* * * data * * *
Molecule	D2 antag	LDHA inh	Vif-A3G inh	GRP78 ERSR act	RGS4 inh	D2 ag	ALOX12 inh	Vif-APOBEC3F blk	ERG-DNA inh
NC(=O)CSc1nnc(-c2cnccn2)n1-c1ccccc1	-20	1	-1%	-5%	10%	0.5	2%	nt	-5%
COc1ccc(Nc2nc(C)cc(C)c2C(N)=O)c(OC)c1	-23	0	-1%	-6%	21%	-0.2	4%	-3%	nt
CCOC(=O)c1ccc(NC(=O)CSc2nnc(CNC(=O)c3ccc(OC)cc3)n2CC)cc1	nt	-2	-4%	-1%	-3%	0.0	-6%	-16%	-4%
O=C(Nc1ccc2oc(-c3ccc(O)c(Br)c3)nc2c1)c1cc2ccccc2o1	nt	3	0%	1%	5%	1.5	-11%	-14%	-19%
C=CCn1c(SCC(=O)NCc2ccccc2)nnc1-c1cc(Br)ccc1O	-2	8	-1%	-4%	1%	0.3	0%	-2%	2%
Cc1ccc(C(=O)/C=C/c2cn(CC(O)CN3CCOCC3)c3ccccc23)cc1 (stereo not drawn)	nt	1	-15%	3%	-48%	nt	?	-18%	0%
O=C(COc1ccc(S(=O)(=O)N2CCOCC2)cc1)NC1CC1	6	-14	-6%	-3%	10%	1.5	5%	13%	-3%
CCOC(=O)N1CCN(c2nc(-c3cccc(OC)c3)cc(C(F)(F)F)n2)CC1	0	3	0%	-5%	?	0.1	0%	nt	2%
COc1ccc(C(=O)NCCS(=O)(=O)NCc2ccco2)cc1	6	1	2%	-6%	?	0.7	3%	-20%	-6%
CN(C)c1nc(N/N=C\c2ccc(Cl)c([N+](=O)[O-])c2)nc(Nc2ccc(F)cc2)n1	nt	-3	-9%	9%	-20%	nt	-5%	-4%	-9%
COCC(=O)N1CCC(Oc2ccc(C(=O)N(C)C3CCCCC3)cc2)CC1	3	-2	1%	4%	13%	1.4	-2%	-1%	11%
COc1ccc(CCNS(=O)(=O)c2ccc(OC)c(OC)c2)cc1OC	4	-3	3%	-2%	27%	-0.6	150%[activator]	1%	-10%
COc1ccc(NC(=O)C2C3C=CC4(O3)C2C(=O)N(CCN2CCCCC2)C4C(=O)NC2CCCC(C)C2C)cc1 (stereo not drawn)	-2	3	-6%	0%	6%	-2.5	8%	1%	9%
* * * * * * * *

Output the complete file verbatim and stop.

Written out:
Molecule	D2 antag	LDHA inh	Vif-A3G inh	GRP78 ERSR act	RGS4 inh	D2 ag	ALOX12 inh	Vif-APOBEC3F blk	ERG-DNA inh
NC(=O)CSc1nnc(-c2cnccn2)n1-c1ccccc1	-20	1	-1%	-5%	10%	0.5	2%	nt	-5%
COc1ccc(Nc2nc(C)cc(C)c2C(N)=O)c(OC)c1	-23	0	-1%	-6%	21%	-0.2	4%	-3%	nt
CCOC(=O)c1ccc(NC(=O)CSc2nnc(CNC(=O)c3ccc(OC)cc3)n2CC)cc1	nt	-2	-4%	-1%	-3%	0.0	-6%	-16%	-4%
O=C(Nc1ccc2oc(-c3ccc(O)c(Br)c3)nc2c1)c1cc2ccccc2o1	nt	3	0%	1%	5%	1.5	-11%	-14%	-19%
C=CCn1c(SCC(=O)NCc2ccccc2)nnc1-c1cc(Br)ccc1O	-2	8	-1%	-4%	1%	0.3	0%	-2%	2%
Cc1ccc(C(=O)/C=C/c2cn(CC(O)CN3CCOCC3)c3ccccc23)cc1 (stereo not drawn)	nt	1	-15%	3%	-48%	nt	?	-18%	0%
O=C(COc1ccc(S(=O)(=O)N2CCOCC2)cc1)NC1CC1	6	-14	-6%	-3%	10%	1.5	5%	13%	-3%
CCOC(=O)N1CCN(c2nc(-c3cccc(OC)c3)cc(C(F)(F)F)n2)CC1	0	3	0%	-5%	?	0.1	0%	nt	2%
COc1ccc(C(=O)NCCS(=O)(=O)NCc2ccco2)cc1	6	1	2%	-6%	?	0.7	3%	-20%	-6%
CN(C)c1nc(N/N=C\c2ccc(Cl)c([N+](=O)[O-])c2)nc(Nc2ccc(F)cc2)n1	nt	-3	-9%	9%	-20%	nt	-5%	-4%	-9%
COCC(=O)N1CCC(Oc2ccc(C(=O)N(C)C3CCCCC3)cc2)CC1	3	-2	1%	4%	13%	1.4	-2%	-1%	11%
COc1ccc(CCNS(=O)(=O)c2ccc(OC)c(OC)c2)cc1OC	4	-3	3%	-2%	27%	-0.6	150%[activator]	1%	-10%
COc1ccc(NC(=O)C2C3C=CC4(O3)C2C(=O)N(CCN2CCCCC2)C4C(=O)NC2CCCC(C)C2C)cc1 (stereo not drawn)	-2	3	-6%	0%	6%	-2.5	8%	1%	9%